Pioneering journalist Nelson George’s new book, "The Hippest Trip in America: Soul Train and the Evolution of Culture and Style," hit bookstores on Tuesday and offers one of the most concise looks yet at the legacy of one of black America’s most beloved programs. Here’s Gene Seymour’s review over at USA Today:
Soul Train, which ascended from humble beginnings as a local after-school program in Chicago to a phenomenon of national, if not global proportions, was in retrospect the cornerstone of this transformative era, setting the decade’s agenda for music, dance and fashion. I can actually hear many of you giggling at that last one. But, like it or not, many young people, not all of them black, took their dress-for-success cues from mile-high Afros, platform shoes, bell-bottoms and ruffled shirts worn by Soul Train‘s legendary cadre of dancers.
In the process, [founder and host Don Cornelius] also provided black artists and black-owned businesses with the kind of national exposure they likely wouldn’t have received without Cornelius’ far-sighted franchise. The book also gives dimension to Cornelius’ personality; he could be as moody as he was magnanimous. And he wasn’t always far-sighted either, as George relates how he, along with other "black music gatekeepers of his generation," either missed or dismissed the "hip-hop" wave that began building in the late 1980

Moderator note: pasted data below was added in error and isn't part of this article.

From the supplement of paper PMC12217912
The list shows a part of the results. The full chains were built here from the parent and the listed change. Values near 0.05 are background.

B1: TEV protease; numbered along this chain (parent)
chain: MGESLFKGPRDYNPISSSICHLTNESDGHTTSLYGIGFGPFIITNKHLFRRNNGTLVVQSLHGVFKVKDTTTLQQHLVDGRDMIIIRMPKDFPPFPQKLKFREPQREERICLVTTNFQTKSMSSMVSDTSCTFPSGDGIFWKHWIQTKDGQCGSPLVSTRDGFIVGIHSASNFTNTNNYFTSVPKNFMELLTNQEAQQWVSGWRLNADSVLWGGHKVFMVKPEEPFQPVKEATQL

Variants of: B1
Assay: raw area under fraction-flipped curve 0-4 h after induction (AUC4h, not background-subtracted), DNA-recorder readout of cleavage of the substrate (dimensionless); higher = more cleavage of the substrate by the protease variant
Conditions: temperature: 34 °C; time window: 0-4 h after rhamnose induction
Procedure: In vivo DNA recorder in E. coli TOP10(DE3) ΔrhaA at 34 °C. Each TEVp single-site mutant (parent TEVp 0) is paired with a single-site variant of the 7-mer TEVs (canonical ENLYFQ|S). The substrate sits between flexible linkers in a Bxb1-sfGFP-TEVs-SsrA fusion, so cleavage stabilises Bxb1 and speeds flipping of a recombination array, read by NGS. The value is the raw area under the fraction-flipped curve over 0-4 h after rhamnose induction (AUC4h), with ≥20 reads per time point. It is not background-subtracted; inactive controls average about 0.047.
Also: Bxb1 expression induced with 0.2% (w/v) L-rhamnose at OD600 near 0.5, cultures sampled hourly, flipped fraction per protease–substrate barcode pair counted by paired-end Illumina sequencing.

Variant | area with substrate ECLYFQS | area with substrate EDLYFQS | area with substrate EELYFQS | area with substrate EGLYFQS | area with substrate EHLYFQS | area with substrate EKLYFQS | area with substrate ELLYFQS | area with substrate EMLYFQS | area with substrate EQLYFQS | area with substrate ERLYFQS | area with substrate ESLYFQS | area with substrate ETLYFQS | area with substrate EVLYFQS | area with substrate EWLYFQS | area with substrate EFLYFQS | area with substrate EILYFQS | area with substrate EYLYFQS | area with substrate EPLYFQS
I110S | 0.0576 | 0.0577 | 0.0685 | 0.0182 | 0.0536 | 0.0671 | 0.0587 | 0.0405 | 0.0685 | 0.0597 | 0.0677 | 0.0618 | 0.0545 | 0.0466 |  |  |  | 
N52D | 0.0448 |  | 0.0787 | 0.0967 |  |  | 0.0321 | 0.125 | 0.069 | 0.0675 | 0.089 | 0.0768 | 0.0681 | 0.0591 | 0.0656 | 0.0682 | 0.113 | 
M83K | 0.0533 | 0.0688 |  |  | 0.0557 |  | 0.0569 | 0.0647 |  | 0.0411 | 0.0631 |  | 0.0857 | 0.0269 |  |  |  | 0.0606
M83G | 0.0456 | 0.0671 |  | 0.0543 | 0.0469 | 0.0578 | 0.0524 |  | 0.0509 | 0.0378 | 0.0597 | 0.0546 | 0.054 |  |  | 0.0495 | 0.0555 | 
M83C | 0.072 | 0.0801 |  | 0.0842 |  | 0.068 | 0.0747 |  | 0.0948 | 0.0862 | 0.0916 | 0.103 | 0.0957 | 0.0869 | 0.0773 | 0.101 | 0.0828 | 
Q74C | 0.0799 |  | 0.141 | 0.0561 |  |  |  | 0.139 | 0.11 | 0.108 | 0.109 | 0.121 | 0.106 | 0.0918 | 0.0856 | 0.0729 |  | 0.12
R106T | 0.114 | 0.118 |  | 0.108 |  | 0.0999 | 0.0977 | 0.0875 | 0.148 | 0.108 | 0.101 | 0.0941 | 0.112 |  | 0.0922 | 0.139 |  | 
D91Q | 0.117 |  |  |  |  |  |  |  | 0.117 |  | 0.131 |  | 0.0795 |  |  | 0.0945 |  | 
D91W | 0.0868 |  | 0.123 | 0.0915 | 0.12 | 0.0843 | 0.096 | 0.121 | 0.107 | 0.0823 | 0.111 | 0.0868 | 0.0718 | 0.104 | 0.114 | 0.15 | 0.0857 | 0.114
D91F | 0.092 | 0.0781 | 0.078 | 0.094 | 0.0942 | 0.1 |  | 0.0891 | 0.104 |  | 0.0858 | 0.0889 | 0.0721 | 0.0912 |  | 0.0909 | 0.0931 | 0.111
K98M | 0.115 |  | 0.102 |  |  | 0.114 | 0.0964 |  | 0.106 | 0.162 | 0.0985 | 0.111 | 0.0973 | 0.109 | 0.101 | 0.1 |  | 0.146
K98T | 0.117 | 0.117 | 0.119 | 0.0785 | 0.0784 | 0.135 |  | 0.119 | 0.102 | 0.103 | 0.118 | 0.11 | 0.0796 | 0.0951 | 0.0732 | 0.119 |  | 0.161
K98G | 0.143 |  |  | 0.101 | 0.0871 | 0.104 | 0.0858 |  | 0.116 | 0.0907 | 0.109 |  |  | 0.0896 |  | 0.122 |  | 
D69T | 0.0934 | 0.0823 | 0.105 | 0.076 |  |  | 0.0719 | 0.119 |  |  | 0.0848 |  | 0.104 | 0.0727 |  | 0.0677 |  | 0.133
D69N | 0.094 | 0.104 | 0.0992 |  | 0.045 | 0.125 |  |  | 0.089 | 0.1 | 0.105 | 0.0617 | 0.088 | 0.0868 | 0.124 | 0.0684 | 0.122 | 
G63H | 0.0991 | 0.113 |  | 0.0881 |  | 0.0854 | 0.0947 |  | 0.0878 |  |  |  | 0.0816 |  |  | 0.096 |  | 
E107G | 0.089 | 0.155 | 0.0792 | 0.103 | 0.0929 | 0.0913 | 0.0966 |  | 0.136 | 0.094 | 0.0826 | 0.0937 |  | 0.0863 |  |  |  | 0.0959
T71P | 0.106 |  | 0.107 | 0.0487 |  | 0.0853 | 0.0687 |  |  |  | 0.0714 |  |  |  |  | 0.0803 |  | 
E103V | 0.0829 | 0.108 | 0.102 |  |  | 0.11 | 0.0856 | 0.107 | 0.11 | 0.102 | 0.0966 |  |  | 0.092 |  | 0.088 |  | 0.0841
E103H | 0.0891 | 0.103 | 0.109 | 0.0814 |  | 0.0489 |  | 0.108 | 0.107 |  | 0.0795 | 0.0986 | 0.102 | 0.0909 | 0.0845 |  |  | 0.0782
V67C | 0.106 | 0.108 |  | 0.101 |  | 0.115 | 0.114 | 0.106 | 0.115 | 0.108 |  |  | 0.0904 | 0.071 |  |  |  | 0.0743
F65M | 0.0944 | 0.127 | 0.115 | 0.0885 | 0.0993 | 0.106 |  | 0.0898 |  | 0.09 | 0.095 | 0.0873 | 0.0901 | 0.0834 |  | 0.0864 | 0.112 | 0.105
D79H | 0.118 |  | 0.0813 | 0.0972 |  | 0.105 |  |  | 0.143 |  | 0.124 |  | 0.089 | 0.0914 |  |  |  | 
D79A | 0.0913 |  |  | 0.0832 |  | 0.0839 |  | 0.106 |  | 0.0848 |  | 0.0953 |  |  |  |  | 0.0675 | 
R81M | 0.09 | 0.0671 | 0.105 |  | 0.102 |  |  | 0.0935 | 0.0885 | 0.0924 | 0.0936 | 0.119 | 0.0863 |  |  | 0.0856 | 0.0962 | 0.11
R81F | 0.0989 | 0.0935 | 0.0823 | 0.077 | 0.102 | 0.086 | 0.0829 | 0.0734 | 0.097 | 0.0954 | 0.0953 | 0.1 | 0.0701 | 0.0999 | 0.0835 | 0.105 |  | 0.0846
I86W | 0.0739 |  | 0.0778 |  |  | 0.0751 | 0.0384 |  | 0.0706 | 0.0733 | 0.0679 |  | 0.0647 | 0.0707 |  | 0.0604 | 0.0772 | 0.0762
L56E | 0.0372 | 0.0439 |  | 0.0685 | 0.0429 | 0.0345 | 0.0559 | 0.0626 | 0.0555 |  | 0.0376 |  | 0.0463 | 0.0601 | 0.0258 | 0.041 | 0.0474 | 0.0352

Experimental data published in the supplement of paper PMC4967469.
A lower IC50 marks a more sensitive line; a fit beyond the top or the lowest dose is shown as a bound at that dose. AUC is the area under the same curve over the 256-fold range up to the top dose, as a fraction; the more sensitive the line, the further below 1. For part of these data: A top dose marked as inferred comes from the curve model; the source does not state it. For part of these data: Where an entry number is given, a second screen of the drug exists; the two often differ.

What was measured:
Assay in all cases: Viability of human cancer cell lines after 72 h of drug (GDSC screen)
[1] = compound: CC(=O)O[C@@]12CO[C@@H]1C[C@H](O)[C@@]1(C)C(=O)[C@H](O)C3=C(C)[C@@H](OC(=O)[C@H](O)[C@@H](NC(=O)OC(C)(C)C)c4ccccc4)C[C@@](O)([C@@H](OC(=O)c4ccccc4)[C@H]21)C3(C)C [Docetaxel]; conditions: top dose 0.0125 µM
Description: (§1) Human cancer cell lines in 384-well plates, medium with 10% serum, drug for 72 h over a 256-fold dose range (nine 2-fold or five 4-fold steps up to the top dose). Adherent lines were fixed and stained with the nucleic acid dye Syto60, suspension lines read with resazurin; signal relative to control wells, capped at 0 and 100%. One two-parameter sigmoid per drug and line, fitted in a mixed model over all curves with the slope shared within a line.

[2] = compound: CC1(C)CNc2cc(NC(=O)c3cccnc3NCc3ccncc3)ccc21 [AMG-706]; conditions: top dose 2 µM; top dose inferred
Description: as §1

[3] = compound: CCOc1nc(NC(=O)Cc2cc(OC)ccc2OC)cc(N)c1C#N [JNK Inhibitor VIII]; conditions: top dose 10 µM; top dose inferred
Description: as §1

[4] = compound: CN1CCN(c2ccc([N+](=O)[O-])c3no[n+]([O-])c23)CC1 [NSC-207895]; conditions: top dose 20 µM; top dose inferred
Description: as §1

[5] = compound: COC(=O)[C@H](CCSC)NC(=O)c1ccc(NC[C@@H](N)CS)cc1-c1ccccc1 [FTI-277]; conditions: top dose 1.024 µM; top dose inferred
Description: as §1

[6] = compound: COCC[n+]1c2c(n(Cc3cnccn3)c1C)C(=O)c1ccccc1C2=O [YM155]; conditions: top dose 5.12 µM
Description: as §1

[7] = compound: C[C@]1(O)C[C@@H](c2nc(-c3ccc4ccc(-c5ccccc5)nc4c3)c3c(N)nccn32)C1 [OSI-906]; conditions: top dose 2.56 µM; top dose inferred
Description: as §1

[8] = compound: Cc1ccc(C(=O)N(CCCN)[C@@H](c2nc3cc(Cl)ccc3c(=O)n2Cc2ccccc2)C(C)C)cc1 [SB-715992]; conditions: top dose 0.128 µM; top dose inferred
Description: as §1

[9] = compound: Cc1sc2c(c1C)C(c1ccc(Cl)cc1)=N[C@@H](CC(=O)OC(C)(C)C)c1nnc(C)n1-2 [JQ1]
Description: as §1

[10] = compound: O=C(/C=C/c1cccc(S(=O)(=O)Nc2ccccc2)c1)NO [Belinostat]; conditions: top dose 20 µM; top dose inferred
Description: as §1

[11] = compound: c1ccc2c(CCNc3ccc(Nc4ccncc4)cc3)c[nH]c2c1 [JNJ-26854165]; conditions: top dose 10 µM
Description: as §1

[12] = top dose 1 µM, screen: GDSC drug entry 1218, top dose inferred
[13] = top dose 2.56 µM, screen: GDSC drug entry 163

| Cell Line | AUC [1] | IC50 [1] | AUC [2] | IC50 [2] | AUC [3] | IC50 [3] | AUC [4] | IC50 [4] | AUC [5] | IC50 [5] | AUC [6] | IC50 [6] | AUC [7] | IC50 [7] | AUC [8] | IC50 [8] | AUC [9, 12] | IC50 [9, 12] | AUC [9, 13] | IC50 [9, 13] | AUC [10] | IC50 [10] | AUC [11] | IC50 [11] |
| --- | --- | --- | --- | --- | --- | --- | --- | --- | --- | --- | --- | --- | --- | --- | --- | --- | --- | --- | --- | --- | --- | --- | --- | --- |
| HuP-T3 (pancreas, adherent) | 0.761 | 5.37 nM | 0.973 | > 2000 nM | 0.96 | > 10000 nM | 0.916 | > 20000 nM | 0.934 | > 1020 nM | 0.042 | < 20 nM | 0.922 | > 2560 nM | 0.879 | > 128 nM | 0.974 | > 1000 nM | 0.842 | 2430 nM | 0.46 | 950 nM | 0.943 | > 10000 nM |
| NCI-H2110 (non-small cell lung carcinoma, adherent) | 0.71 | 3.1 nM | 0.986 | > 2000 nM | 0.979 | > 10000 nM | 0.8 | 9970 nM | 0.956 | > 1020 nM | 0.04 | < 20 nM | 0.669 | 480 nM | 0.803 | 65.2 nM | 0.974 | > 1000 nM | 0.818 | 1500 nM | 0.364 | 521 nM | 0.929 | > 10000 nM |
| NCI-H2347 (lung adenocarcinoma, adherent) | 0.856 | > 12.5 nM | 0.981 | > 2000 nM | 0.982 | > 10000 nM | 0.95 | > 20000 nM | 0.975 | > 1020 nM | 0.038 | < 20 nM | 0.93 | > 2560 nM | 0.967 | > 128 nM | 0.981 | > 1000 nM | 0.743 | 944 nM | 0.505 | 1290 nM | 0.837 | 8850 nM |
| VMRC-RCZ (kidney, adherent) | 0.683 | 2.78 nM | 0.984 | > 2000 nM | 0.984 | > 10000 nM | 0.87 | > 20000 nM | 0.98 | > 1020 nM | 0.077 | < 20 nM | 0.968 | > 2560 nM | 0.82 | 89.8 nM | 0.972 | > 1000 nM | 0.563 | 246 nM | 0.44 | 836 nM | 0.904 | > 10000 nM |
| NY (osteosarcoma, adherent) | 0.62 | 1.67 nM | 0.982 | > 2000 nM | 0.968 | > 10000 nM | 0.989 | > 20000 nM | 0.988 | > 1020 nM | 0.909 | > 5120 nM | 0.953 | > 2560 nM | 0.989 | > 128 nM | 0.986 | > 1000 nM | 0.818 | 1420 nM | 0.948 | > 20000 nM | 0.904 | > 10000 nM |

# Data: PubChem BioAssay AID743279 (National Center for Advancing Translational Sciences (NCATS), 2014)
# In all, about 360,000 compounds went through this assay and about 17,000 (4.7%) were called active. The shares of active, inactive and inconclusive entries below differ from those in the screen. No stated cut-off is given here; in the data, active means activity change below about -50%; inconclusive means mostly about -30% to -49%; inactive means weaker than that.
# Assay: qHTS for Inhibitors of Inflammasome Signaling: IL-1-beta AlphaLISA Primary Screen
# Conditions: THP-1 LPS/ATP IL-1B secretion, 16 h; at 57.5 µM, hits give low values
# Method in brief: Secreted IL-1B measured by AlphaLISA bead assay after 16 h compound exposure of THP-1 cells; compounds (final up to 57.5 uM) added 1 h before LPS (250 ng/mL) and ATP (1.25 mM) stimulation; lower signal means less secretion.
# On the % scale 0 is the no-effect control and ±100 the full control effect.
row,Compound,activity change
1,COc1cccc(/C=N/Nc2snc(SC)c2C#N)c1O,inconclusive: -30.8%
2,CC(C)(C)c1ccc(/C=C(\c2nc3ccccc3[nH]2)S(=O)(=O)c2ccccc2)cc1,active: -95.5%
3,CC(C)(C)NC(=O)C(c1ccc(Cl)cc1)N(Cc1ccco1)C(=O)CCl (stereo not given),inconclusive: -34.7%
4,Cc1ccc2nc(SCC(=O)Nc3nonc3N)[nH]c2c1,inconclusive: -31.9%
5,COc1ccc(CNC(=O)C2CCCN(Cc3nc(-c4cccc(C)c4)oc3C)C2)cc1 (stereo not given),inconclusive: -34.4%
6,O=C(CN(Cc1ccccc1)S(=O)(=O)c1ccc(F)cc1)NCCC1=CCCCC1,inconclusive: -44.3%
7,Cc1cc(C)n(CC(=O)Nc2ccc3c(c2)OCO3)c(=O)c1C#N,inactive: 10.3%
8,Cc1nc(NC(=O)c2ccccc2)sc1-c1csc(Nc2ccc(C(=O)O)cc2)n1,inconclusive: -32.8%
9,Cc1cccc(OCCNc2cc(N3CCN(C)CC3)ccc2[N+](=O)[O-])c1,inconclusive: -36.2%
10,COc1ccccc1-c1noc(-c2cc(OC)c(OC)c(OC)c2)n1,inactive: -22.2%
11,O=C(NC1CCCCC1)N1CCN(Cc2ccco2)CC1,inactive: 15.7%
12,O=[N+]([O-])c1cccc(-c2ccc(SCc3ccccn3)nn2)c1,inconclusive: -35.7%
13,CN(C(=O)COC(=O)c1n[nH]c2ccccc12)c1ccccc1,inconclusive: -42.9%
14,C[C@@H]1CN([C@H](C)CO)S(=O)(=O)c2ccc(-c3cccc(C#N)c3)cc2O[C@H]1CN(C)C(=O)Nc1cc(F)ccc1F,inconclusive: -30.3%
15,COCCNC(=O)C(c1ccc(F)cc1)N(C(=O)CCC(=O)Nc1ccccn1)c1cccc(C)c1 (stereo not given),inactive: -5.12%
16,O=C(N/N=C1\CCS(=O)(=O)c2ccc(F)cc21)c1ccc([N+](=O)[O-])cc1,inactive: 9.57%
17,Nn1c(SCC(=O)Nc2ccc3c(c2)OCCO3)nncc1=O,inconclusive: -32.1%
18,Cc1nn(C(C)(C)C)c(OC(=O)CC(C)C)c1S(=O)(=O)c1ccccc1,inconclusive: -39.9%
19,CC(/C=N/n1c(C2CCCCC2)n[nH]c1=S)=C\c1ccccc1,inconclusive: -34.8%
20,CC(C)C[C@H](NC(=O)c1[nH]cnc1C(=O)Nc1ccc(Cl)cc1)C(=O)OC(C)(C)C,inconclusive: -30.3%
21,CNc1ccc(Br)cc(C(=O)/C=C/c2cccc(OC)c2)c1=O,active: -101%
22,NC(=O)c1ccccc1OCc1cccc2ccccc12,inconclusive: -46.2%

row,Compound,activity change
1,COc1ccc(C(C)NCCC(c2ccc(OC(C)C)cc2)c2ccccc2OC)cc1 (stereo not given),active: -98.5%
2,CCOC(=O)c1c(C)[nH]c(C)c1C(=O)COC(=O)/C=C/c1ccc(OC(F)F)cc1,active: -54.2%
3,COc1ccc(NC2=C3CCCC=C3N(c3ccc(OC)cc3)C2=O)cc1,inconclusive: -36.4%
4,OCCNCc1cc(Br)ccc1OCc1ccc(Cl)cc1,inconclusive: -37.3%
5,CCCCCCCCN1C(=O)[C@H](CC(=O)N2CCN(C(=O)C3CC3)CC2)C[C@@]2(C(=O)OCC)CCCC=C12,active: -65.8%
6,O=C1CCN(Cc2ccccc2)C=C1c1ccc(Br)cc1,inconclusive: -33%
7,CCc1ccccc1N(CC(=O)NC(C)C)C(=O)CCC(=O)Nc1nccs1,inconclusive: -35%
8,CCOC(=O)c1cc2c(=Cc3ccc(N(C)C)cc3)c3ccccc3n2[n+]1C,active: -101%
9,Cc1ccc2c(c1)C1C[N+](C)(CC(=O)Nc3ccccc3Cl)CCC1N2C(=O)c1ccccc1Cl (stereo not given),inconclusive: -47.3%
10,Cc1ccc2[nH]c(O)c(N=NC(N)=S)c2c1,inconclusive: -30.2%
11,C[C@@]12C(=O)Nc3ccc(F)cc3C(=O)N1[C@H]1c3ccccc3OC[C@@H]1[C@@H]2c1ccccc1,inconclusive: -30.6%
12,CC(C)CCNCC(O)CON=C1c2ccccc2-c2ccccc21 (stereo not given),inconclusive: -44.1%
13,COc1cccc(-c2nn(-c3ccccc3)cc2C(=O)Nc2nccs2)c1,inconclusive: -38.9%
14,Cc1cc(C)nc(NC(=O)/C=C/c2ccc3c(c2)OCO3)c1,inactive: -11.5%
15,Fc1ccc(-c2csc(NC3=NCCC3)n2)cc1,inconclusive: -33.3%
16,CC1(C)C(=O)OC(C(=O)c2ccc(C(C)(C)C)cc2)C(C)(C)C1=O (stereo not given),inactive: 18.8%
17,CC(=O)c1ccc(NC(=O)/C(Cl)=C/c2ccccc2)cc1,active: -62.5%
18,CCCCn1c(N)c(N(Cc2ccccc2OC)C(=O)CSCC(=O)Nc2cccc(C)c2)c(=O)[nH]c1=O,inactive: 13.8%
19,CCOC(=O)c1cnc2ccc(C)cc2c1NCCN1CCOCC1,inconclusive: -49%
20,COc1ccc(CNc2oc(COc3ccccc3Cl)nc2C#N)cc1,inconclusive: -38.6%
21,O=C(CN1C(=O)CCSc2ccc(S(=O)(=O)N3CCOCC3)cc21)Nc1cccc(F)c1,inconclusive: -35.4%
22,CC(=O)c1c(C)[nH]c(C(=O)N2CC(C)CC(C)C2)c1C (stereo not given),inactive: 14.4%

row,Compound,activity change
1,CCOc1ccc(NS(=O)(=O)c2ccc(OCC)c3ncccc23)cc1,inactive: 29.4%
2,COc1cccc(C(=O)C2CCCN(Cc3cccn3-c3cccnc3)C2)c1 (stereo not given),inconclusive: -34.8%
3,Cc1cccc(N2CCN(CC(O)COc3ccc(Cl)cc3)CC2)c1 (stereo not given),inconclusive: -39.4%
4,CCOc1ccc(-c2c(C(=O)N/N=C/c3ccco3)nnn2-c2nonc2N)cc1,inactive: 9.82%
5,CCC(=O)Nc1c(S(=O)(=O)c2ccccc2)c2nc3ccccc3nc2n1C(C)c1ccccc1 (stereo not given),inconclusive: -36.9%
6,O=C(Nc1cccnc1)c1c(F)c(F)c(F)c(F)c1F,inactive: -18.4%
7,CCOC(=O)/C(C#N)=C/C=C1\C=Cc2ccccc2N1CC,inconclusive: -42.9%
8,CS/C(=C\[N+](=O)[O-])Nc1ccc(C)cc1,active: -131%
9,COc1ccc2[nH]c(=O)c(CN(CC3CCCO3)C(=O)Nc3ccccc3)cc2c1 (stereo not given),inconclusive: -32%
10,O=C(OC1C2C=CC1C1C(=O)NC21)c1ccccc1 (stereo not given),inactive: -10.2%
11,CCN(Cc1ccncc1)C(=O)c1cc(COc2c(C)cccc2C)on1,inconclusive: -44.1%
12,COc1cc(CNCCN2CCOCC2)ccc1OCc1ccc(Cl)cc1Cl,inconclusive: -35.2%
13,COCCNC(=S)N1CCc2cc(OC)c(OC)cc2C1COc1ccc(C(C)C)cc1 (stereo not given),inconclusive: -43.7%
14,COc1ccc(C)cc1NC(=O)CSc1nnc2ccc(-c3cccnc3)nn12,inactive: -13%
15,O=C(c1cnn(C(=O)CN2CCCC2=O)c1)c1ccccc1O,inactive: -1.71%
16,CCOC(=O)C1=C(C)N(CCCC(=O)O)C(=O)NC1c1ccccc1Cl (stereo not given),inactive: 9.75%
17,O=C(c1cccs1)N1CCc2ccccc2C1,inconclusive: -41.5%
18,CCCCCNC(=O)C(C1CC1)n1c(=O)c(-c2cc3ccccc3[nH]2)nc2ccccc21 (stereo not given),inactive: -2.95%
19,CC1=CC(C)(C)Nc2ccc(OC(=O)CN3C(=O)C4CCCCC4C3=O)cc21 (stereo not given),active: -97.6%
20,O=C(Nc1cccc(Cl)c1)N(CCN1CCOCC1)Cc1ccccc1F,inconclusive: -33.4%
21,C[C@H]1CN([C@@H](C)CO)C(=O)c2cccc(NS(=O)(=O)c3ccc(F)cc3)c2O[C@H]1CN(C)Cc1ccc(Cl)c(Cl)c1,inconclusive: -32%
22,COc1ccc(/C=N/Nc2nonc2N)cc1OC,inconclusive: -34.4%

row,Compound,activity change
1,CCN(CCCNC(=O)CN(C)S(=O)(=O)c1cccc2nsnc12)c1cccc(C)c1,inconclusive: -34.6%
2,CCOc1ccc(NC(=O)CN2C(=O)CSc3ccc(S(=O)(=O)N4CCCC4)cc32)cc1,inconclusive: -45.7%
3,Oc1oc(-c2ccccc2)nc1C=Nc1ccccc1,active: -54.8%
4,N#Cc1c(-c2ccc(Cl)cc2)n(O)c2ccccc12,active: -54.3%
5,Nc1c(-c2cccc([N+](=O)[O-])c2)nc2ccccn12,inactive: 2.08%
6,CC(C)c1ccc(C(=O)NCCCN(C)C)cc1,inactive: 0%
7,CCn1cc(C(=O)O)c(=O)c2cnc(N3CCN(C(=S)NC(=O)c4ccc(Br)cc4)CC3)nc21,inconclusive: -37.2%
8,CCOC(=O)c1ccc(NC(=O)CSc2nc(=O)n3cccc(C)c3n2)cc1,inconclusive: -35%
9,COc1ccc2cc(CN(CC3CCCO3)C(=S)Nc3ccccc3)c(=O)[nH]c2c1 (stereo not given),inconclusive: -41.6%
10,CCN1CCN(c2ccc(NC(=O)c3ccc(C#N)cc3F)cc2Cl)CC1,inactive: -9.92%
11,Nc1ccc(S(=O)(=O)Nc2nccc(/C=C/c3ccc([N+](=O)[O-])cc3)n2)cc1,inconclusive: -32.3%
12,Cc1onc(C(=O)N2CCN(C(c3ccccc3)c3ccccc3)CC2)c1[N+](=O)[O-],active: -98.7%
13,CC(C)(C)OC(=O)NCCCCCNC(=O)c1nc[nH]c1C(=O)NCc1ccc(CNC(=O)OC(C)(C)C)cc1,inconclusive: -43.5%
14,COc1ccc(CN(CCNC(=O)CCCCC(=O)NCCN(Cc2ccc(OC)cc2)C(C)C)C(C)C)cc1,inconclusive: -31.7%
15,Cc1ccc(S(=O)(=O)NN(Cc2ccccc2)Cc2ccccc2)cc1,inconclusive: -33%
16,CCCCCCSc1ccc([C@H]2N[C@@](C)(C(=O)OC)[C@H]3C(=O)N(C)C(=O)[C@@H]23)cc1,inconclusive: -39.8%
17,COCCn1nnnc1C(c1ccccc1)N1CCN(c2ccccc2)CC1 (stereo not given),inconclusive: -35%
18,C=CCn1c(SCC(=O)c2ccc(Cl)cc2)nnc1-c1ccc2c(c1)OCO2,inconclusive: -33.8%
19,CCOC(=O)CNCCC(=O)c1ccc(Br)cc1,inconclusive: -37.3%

Read more. The book is one of several, including one by Questlove, that’s been published about the show in recent years.